PC Magazine|May 2020
“Specialized” is the word to describe this monster, as its hardware is only as good as the software that can leverage it. Case in point—the Precision 7920 didn’t always excel in our benchmark tests, since most of them don’t scale to use all its hardware. Its heavy lifting potential is best used in data-science and machine learning scenarios where maximum performance and long-term reliability are key, for which the 7920 gets our highest recommendation. In scenarios where only a single CPU is needed, the Dell Precision 5820 is more economical and nearly as expandable, and the HP Z2 Tower G4 can provide a lot of pep in a smaller and even more affordable form factor. But when push comes to shove, the Precision 7920 stands tall as one of the fastest workstations that money— and a lot of it—can buy.
SCALABLE TO THE NINES
The components in our Precision 7920 review unit that contribute the most to its $20,000-plus price are dual 2.4GHz Xeon Platinum 8260 CPUs (a $6,529 uptick over the single base 1.9GHz Xeon Bronze 3204) and the 48GB Quadro RTX 8000 GPU ($4,203 over the base 2GB AMD Radeon Pro WX 2100). Behind those, 96GB of DDR4-2933 error-correcting code (ECC) memory rings up at $1,300, and its storage drives—a single 512GB solid-state drive for Windows 10 Pro for Workstations and four 4TB, 3.5-inch SATA hard drives for data—add about the same. The hard drives are configured in a RAID 10 array via a MegaRAID SAS 9460-16i storage controller, which adds another $411. A three-year warranty with onsite service is standard fare, though I wouldn’t hesitate to recommend the available five-year warranty for a machine this expensive.
Believe it or not, this Precision 7920 isn’t maxed out; just a few more clicks will take you into the six-figure range. For instance, the processor options climb up to dual Xeon Platinum “L” suffix chips that support high memory ceilings, a required upgrade should you decide to fork over about $60,000 for the workstation’s 3TB maximum. (That’s with a “T”; it would be 24 128GB RDIMMs.) Dual, triple, or quad graphics cards are also available, as well as up to ten traditional storage drives and numerous M.2 SSDs. All told, it’s a remarkably scalable and configurable system.
The Dell’s mainstream competition comes from the HP Z8 Tower and Lenovo ThinkStation P920, both formidable dual-CPU workstations with equivalent hardware. I kitted out the HP to $28,858 with roughly the same loadout, and while Lenovo’s configuration tools didn’t allow me to select the Dell’s exact parts, it’s a safe bet that its price would be within a few thousand.
There really isn’t an Apple side to this equation, since the Mac Pro is only offered with a single CPU. Nonetheless, I priced it at $16,799 with the fastest it offers (a 28-core Intel Xeon W-class) and an AMD Radeon Pro Vega II GPU.
LARGER THAN LIFE
The Precision 7920 is a goliath tower, measuring 17 by 8.6 by 22.3 inches (HWD) and weighing a whopping 56 pounds in this preview version. The metal carry handles on its front and back are supremely sturdy and a godsend for moving it any distance.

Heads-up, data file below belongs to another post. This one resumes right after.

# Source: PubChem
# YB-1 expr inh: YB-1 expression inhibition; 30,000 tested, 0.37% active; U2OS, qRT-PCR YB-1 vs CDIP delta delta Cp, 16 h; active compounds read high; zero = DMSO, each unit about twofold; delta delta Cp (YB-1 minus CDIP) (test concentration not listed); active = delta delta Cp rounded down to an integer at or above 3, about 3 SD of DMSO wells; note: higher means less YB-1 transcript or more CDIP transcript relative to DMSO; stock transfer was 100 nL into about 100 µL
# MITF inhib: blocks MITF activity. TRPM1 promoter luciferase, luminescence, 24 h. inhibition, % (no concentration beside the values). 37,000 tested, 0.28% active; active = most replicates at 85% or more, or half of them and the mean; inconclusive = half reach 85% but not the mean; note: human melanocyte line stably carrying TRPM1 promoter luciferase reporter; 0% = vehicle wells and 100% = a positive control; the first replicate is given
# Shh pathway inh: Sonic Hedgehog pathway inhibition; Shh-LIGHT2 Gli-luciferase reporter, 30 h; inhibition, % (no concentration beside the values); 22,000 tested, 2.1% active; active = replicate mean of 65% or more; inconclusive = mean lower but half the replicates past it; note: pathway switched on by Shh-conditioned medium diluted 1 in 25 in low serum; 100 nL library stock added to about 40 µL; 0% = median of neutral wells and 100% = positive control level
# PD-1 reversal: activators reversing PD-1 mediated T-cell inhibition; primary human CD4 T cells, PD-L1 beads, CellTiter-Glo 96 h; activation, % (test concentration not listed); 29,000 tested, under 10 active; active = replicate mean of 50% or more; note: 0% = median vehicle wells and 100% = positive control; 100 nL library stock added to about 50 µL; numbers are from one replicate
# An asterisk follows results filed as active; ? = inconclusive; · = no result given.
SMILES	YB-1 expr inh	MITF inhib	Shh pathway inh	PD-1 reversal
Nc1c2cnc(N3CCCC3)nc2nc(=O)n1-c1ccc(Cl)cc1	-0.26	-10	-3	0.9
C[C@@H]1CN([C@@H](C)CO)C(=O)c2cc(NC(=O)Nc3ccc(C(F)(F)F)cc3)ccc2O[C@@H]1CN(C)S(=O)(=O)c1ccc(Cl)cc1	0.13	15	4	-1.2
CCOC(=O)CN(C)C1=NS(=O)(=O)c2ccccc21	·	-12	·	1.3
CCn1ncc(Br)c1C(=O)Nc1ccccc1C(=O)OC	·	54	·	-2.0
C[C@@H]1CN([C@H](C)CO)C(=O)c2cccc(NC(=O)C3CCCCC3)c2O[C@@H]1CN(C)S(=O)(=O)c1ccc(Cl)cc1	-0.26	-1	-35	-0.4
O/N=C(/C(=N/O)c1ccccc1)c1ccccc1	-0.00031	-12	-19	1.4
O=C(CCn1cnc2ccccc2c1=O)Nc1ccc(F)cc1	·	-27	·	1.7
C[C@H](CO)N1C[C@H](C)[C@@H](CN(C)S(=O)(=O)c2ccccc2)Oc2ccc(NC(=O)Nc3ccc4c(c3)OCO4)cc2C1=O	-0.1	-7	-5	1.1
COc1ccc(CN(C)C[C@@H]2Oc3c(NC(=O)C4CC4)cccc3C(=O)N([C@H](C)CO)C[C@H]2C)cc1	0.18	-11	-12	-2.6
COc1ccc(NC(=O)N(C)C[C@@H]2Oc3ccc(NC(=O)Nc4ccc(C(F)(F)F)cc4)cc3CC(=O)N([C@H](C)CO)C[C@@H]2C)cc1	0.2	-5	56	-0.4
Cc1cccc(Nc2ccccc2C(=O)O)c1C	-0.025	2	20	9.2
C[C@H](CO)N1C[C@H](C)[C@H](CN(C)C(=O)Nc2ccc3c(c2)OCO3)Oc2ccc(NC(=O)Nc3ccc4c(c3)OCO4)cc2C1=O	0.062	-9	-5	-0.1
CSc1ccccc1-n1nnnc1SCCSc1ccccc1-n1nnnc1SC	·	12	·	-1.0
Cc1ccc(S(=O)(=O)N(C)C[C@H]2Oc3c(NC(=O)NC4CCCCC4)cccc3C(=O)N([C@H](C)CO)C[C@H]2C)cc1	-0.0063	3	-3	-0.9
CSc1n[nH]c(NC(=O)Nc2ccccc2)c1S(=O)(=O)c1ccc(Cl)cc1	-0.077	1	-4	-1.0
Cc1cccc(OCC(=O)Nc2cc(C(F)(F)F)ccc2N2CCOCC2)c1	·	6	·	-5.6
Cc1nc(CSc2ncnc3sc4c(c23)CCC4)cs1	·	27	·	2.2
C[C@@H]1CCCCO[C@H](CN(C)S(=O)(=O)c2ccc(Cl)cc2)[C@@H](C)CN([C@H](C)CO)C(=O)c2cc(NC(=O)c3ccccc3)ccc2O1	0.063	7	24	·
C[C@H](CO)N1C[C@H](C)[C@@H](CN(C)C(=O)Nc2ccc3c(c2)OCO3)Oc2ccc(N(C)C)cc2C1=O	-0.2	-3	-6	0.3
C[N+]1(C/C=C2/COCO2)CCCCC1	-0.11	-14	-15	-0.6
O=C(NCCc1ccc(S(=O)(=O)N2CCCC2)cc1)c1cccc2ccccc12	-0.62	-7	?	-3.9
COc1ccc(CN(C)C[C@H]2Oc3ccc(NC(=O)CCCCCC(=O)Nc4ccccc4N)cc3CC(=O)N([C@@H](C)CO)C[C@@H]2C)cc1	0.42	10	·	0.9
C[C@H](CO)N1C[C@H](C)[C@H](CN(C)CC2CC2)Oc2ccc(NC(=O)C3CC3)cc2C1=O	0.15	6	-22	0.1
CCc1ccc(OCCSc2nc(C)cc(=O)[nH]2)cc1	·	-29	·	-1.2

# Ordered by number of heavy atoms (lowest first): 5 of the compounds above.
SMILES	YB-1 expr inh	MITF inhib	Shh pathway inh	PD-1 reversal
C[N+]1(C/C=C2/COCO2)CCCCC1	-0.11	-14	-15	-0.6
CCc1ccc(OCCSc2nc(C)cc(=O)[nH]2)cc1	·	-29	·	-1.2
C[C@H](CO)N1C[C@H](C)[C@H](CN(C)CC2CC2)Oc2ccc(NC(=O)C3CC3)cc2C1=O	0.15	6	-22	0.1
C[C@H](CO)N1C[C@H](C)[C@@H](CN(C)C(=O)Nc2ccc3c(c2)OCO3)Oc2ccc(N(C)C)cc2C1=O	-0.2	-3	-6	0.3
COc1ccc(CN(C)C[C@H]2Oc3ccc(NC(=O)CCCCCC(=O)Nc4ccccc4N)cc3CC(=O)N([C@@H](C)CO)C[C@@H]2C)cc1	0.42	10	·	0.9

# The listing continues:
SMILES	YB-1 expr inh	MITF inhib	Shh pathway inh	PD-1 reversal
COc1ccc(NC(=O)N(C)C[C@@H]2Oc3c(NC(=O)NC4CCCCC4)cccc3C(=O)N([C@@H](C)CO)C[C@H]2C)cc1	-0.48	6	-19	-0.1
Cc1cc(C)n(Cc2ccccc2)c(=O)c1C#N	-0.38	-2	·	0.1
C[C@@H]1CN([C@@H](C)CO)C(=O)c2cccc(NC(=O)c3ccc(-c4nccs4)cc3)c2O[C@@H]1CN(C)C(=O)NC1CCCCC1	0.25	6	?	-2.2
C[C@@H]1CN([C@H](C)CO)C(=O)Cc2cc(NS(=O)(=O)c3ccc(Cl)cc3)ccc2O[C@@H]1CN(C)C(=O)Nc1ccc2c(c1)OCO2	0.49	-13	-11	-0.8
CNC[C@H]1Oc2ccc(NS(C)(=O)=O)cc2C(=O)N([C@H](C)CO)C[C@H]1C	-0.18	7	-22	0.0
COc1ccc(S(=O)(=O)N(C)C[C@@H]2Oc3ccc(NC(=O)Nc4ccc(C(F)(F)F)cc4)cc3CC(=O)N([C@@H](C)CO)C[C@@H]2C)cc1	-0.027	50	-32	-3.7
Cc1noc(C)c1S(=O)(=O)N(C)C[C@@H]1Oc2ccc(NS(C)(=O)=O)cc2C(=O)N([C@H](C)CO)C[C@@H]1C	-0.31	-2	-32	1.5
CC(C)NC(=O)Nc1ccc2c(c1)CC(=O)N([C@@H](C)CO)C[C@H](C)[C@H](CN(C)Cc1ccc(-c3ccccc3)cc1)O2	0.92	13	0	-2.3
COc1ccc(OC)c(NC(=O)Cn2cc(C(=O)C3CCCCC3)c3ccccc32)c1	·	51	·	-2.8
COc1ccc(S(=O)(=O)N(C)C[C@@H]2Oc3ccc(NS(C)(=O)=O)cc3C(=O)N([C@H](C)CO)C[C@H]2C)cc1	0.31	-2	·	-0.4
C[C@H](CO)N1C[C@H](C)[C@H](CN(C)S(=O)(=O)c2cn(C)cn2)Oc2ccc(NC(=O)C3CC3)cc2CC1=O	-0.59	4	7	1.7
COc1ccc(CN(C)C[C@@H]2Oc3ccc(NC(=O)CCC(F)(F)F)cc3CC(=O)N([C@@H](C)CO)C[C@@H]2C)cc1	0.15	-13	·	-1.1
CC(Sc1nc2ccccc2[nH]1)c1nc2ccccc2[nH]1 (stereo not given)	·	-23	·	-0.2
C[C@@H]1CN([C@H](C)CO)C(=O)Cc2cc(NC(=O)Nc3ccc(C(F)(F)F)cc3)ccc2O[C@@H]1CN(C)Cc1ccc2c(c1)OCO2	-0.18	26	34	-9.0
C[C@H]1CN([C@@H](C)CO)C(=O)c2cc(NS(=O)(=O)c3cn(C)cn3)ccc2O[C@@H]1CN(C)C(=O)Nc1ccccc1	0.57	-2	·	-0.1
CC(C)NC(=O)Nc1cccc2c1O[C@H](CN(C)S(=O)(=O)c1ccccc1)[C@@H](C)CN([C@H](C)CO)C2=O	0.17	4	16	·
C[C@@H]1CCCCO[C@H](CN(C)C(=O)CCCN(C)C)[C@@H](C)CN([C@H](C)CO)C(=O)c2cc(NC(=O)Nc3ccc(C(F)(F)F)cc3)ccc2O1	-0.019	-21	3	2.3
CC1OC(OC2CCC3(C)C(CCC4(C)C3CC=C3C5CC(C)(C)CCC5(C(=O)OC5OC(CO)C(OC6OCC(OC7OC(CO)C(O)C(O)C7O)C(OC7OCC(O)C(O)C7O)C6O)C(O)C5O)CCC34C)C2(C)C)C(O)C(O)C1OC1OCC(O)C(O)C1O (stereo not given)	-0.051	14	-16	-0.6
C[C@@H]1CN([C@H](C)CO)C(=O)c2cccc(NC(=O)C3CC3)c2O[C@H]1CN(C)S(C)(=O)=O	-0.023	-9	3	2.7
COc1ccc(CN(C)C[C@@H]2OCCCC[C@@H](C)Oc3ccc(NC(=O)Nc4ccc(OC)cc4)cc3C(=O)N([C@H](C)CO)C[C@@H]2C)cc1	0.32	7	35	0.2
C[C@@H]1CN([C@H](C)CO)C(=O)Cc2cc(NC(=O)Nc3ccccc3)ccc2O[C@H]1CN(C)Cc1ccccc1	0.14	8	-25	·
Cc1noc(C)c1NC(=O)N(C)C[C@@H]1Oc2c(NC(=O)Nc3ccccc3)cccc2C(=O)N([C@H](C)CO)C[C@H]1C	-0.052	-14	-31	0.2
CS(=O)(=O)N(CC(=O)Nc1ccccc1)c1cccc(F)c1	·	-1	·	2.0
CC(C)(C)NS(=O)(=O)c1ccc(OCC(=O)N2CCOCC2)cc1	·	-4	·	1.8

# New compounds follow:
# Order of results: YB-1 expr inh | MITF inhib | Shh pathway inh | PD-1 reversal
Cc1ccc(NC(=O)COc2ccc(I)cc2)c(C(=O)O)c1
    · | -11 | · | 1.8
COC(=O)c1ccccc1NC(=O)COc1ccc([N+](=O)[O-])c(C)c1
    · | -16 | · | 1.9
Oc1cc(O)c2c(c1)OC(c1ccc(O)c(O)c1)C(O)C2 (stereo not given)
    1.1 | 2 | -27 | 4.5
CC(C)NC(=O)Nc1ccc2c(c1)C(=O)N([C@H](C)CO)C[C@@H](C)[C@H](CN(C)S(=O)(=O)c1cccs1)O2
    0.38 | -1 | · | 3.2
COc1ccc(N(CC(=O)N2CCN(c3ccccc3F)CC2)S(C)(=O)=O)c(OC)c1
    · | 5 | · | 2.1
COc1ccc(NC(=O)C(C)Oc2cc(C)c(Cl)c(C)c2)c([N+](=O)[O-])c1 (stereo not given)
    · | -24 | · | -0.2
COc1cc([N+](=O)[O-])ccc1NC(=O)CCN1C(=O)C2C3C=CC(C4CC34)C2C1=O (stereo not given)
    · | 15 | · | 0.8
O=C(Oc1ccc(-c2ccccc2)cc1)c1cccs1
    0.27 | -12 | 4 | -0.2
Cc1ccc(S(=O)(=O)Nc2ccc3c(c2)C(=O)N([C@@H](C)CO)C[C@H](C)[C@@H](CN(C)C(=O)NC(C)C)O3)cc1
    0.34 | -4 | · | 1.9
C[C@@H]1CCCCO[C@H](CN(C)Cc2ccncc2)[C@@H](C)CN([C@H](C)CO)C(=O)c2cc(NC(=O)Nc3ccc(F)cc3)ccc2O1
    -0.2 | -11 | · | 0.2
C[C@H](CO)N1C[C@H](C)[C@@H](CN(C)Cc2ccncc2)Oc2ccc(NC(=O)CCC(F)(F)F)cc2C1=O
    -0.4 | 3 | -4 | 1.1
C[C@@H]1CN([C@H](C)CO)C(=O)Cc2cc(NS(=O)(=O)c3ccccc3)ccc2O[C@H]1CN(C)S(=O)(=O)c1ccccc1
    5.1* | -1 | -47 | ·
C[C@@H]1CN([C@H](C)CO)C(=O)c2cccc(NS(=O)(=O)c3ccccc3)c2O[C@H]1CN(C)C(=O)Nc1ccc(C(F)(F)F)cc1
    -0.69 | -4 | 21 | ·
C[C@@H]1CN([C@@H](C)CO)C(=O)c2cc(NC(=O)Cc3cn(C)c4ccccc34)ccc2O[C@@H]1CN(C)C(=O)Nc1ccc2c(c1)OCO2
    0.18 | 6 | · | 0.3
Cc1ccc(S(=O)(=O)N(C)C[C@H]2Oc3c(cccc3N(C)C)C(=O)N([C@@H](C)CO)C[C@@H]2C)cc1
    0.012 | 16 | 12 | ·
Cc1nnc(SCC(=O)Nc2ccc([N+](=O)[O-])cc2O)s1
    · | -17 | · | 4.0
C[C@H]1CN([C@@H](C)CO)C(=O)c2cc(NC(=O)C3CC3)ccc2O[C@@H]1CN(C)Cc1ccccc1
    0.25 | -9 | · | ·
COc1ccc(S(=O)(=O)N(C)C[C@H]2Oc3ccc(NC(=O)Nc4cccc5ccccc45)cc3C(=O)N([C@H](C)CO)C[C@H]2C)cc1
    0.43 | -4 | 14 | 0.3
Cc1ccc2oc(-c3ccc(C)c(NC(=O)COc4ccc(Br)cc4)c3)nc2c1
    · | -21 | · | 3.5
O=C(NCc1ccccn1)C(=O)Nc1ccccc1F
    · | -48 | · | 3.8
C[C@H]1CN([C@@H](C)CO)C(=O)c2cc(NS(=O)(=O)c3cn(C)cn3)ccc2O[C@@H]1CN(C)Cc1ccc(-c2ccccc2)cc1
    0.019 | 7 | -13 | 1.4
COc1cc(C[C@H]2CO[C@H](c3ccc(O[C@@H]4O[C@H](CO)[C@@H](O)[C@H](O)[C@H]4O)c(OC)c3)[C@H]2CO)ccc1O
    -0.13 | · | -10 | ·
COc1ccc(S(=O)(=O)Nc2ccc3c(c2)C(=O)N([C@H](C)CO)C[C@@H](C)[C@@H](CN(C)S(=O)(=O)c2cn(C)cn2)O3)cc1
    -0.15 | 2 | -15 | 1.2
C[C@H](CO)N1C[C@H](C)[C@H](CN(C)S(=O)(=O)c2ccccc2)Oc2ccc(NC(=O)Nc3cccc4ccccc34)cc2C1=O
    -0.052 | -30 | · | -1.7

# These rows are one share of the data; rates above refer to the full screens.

This tower shares its design theme with the Dell Precision 5820. The construction is almost entirely steel. Honeycomb front panels allow airflow for the system’s numerous fans; four are stacked behind the left-side grate, another two-point out the rear, and a seventh slots between the CPU coolers.
There are numerous smaller fans in the power supply and graphics card, and several dedicated to the various storage drives. The Precision doesn’t get annoyingly loud despite all those fans, giving off just a low background hum for most tasks. The fans spooled up slightly while I was running our benchmark tests, but I had to listen for them.
This tower’s excellent front-panel connectivity includes a full-size SD card reader, two USB 3.1 Type-A ports, two USB Type-C ports, and an audio combo jack. The optional slimline DVD writer sits off to the right. A switch on the dividing line between the front panels releases the right-side grate for access to the four lower 3.5-inch drive bays. Each bay is populated with a 4TB SATA drive in my unit. Swapping drives is a toolless operation; simply press the release button and use the pop-out handle to slide out the caddy. Two fans behind the drive bays keep them cool.
The right chamber of the chassis is dedicated to storage drives and power. My Precision 7920 test unit has a 1,400-watt server-style power supply. For the ultimate in serviceability, it can be replaced in less than a minute without even opening the chassis. Pressing the release tab allows it to slide out. This power supply has no attached wires, instead plugging via a PCI Express-like connector into a power control board. The replacement simply slides in.
A release latch on the left panel provides tool-less access to the Precision 7920’s interior. The inside looks plain at first, since much of the action is hidden behind a plastic shroud that routes airflow over the CPUs and memory slots. Removing the shroud (which doesn’t require tools, though it does require disconnecting a fan cable) reveals serious hardware.
The server-style motherboard is massive, at about 16 by 16 inches, and covers almost every square inch of the interior. Dell prints a handy diagram of its ports, slots, and connectors on the access panel door. The tall, aluminum-finned CPU coolers sit between 24 memory slots, 12 of which are allocated to each CPU. The 96GB of memory in my tower consists of a dozen 8GB DDR42933 ECC RDIMMs running in six-channel mode.
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